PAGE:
- The trial of former Australian army lawyer-turned-whistle-blower David McBride began Monday at the Australian Capital Territory (ACT) Supreme Court in Canberra. McBride, who is accused of leaking the material used to expose war crimes committed by Australian forces in Afghanistan, faces five charges — including the unauthorized disclosure of information, breaches of the Defence Act, and the theft of commonwealth property.1
- The trial of McBride, who could face life imprisonment if found guilty, has said he 'never made a secret' of leaking the documents, will be heard by both a judge and jury. He won't be tried under whistleblower protections, after 'The government made a last-minute national security claim in relation to that argument,' according to his lawyer, Kieran Pender.2
- McBride's leak led to an inquiry that found Australian special forces committed at least 39 unlawful killings in Afghanistan and treated two prisoners with cruelty. One of McBride's supporters, former senator and founder of the Whistleblower Justice Fund, Rex Patrick, argued, 'We may now see one brave whistleblower behind bars and thousands of prospective whistleblowers lost from the community.'3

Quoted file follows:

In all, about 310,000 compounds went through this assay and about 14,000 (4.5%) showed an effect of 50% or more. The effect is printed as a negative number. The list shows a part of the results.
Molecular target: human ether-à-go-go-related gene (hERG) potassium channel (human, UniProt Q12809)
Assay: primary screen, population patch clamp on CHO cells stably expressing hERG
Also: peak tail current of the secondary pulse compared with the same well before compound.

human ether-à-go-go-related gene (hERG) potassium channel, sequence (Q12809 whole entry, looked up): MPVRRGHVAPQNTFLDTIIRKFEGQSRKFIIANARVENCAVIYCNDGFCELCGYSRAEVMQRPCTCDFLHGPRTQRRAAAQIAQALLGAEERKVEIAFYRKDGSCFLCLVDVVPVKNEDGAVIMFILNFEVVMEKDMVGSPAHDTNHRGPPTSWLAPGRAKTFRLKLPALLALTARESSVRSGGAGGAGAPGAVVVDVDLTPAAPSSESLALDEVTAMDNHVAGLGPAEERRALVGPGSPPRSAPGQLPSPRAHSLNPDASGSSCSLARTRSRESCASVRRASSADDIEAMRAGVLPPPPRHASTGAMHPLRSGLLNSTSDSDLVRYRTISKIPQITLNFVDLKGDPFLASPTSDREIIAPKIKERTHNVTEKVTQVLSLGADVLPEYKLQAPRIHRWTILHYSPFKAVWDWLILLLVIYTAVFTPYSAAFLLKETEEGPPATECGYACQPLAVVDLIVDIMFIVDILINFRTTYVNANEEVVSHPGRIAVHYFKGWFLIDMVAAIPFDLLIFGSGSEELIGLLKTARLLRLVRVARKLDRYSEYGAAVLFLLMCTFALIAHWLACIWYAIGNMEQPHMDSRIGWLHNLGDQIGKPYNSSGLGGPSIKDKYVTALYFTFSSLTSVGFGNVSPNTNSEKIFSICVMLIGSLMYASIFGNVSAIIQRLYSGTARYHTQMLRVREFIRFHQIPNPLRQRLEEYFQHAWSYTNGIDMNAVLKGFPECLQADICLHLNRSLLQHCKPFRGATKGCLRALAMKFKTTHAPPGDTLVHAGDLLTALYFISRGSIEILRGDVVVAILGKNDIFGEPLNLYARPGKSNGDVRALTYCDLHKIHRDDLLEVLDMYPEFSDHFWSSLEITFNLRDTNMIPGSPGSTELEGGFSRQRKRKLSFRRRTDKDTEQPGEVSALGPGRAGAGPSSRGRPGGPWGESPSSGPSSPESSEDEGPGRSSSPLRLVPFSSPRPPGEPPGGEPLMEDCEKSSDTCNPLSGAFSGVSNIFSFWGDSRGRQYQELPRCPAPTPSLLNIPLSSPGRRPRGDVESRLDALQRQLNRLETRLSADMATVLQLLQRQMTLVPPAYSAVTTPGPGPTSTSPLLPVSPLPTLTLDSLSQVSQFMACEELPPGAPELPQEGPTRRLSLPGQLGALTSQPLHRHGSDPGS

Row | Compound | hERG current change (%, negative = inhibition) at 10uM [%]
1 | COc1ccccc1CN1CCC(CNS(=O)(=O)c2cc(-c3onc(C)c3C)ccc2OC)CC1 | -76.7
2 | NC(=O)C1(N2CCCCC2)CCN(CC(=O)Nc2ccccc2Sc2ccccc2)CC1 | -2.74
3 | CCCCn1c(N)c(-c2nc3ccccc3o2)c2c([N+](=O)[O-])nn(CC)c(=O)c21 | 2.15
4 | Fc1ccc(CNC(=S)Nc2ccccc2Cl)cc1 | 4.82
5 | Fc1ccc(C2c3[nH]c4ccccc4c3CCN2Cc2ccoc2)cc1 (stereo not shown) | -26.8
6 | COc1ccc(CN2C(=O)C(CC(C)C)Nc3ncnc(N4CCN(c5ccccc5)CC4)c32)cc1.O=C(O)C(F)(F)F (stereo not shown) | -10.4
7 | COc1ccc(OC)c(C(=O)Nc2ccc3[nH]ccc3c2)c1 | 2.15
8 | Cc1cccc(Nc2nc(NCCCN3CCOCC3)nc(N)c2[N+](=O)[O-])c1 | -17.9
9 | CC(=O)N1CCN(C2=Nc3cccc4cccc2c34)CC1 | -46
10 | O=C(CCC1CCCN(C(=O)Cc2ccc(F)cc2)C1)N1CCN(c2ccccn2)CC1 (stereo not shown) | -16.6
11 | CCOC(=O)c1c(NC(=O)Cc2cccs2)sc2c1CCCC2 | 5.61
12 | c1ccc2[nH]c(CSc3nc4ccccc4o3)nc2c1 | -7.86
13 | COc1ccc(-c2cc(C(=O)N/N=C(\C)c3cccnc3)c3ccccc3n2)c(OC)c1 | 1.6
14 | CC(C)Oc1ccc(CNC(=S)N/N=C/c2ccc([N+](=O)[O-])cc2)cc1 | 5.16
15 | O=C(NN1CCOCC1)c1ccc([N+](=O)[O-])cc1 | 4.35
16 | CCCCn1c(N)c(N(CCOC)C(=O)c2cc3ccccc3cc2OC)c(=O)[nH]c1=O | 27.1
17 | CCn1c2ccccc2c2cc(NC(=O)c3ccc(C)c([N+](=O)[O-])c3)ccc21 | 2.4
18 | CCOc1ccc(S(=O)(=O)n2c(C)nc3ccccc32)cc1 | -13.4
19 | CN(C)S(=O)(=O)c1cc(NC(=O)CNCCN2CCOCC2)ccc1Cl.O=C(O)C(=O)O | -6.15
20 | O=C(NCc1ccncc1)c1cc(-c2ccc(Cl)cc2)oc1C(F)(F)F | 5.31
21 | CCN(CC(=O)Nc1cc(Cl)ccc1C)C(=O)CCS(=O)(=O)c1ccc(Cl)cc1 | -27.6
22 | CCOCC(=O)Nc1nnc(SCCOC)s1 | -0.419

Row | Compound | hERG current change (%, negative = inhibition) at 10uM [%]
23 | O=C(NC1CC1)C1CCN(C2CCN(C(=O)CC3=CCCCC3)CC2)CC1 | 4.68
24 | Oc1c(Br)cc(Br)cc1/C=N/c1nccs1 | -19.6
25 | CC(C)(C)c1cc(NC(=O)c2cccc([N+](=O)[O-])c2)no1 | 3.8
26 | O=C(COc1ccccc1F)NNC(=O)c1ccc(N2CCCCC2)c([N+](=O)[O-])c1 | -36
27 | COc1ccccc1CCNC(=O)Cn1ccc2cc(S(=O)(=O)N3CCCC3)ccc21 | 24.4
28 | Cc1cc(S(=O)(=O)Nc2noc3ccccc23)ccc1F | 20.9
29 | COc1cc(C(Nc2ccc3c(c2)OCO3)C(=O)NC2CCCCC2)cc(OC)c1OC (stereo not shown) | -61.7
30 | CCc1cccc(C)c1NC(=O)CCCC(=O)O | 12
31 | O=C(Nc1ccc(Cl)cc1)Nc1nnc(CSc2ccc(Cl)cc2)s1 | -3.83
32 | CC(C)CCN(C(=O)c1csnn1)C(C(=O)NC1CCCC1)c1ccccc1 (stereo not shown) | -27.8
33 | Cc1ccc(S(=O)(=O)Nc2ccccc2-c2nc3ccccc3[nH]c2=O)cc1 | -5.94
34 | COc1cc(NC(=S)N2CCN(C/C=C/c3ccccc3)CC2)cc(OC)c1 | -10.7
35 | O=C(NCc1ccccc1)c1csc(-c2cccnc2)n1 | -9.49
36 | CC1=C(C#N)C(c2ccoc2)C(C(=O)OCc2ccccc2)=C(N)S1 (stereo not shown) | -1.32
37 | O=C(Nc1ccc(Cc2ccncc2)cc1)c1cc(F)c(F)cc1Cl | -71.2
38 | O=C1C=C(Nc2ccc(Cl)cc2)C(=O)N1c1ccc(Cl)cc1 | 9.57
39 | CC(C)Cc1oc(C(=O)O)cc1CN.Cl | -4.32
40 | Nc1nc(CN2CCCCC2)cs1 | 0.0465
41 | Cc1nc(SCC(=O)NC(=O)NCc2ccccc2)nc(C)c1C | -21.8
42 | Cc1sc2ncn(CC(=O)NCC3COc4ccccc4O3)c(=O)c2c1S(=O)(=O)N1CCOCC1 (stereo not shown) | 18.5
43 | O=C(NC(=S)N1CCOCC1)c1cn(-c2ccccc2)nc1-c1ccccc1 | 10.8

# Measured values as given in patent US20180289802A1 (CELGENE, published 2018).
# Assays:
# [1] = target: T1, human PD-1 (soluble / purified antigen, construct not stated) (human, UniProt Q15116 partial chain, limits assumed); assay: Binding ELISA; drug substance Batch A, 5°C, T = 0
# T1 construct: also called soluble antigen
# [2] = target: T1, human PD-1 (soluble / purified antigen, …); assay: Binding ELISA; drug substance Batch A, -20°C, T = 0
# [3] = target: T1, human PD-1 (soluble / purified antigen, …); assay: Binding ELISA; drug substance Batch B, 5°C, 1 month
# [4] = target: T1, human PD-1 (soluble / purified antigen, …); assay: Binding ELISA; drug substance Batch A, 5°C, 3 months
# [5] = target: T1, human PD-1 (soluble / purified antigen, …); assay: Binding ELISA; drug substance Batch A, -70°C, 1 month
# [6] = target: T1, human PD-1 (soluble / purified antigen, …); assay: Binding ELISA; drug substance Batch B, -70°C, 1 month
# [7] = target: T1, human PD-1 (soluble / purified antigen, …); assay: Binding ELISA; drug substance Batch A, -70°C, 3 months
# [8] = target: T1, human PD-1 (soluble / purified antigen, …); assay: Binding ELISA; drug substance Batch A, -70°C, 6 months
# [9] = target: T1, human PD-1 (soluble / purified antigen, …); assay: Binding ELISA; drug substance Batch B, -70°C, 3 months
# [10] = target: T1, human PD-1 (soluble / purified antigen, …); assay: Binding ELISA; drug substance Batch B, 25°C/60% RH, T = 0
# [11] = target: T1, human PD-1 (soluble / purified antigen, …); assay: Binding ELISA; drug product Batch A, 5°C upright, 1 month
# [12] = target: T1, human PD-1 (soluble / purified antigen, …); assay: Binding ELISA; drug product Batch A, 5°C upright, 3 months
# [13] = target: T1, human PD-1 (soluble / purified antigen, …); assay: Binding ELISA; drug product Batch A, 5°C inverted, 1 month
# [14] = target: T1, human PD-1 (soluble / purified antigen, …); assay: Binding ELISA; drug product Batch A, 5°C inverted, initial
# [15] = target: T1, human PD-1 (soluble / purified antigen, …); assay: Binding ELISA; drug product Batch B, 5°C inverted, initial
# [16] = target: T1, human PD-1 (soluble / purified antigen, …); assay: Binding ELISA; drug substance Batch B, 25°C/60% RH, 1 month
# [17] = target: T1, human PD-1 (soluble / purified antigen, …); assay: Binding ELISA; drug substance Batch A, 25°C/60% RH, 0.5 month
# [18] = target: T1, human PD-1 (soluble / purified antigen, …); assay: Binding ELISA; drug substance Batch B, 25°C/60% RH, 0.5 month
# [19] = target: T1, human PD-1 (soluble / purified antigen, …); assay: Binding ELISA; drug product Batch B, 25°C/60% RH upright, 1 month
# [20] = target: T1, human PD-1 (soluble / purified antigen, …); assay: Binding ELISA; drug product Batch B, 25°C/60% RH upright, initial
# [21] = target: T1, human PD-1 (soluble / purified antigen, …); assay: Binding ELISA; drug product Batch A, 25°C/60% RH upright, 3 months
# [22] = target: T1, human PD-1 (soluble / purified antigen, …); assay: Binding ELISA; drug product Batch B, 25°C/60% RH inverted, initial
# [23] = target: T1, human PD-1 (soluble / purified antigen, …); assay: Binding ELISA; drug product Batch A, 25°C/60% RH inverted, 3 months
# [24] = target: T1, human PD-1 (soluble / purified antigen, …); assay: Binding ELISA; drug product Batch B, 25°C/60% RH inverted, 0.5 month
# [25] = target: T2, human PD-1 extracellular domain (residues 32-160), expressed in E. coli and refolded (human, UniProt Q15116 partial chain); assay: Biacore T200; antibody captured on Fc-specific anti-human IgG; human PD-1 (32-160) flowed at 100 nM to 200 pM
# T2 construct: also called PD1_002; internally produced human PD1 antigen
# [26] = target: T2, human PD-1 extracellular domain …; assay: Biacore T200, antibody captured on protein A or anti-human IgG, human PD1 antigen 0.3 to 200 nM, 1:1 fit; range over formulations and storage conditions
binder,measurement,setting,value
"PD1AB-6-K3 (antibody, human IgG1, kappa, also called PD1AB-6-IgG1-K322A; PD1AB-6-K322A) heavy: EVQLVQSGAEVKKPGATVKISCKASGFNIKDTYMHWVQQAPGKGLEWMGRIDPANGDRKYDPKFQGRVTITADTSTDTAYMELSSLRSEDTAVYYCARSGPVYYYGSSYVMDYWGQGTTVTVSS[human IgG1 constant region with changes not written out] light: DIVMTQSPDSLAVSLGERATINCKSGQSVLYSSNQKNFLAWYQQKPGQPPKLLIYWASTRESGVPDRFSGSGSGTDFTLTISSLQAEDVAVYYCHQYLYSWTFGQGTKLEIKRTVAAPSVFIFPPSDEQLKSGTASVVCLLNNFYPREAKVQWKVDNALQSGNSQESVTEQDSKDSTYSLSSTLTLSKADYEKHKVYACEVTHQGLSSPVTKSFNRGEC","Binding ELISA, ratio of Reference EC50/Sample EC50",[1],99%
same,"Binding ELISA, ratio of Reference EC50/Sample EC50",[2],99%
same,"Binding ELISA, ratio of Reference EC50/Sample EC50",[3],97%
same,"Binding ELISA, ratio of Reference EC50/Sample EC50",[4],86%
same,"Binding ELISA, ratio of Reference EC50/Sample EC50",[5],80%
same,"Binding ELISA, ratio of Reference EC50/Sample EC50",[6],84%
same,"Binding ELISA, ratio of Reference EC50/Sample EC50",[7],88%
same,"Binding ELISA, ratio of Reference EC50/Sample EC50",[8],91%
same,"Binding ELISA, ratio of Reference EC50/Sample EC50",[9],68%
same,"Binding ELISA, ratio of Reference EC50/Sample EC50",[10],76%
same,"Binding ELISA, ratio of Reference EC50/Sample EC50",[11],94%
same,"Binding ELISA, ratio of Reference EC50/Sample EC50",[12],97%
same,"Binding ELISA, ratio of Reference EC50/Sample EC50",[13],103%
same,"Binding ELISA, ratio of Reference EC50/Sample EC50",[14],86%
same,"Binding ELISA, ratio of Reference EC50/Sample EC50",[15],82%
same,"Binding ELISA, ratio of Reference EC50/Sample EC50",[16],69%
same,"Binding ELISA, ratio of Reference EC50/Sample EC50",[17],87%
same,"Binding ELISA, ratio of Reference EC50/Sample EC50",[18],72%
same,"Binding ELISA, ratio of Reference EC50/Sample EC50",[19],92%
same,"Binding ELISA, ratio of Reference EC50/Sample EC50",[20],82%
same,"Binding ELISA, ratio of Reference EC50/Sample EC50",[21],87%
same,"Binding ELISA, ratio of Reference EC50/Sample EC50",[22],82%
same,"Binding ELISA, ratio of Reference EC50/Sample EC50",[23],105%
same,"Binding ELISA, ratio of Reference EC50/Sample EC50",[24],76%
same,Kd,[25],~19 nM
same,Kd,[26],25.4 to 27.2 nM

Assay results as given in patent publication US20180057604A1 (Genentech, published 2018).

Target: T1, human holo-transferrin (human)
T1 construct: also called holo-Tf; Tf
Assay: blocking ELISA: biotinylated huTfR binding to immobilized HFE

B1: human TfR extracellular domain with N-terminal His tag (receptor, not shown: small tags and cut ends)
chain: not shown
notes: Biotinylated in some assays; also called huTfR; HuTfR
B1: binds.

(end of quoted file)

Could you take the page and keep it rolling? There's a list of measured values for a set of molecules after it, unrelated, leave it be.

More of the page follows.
- After the completion of the inquiry, which began more than seven years ago, an Australian judge found one of Australia's most decorated soldiers, Ben Roberts-Smith, 'complicit in and responsible for the murder' of three Afghan men.2
- While the prosecution argues that McBride's position in the military mandated him not to reveal such material, the defense claims he had a higher duty to the public interest and that any trial should be conducted in a military tribunal rather than a court of criminal law.1
- Several other Australian journalists and whistleblowers faced similar consequences, with the Federal Police in 2019 having raided the offices of the Australian Broadcasting Corporation after it reported on alleged war crimes in Afghanistan though the case was later dropped.4
- Establishment-critical narrative, as provided by Archive. The Australian government has made it clear that it has no desire to protect whistleblowers. McBride, just like other whistleblowers before him, tried to go through the established legal process first but was met with silence. If Australians can't expose war crimes through the official process and then get prosecuted for turning to the media, then the government is sending a frightening message — you either keep quiet or go to prison.
- Pro-establishment narrative, as provided by The Daily Aus. While the Australian government has admitted that its whistleblower laws are imperfect and need polishing, the Attorney General has rightly refrained from intervening in this case as he should only do so on rare occasions. The case will be brought before a judge and a jury, which means the court of law, not an individual Attorney General, will decide the outcome.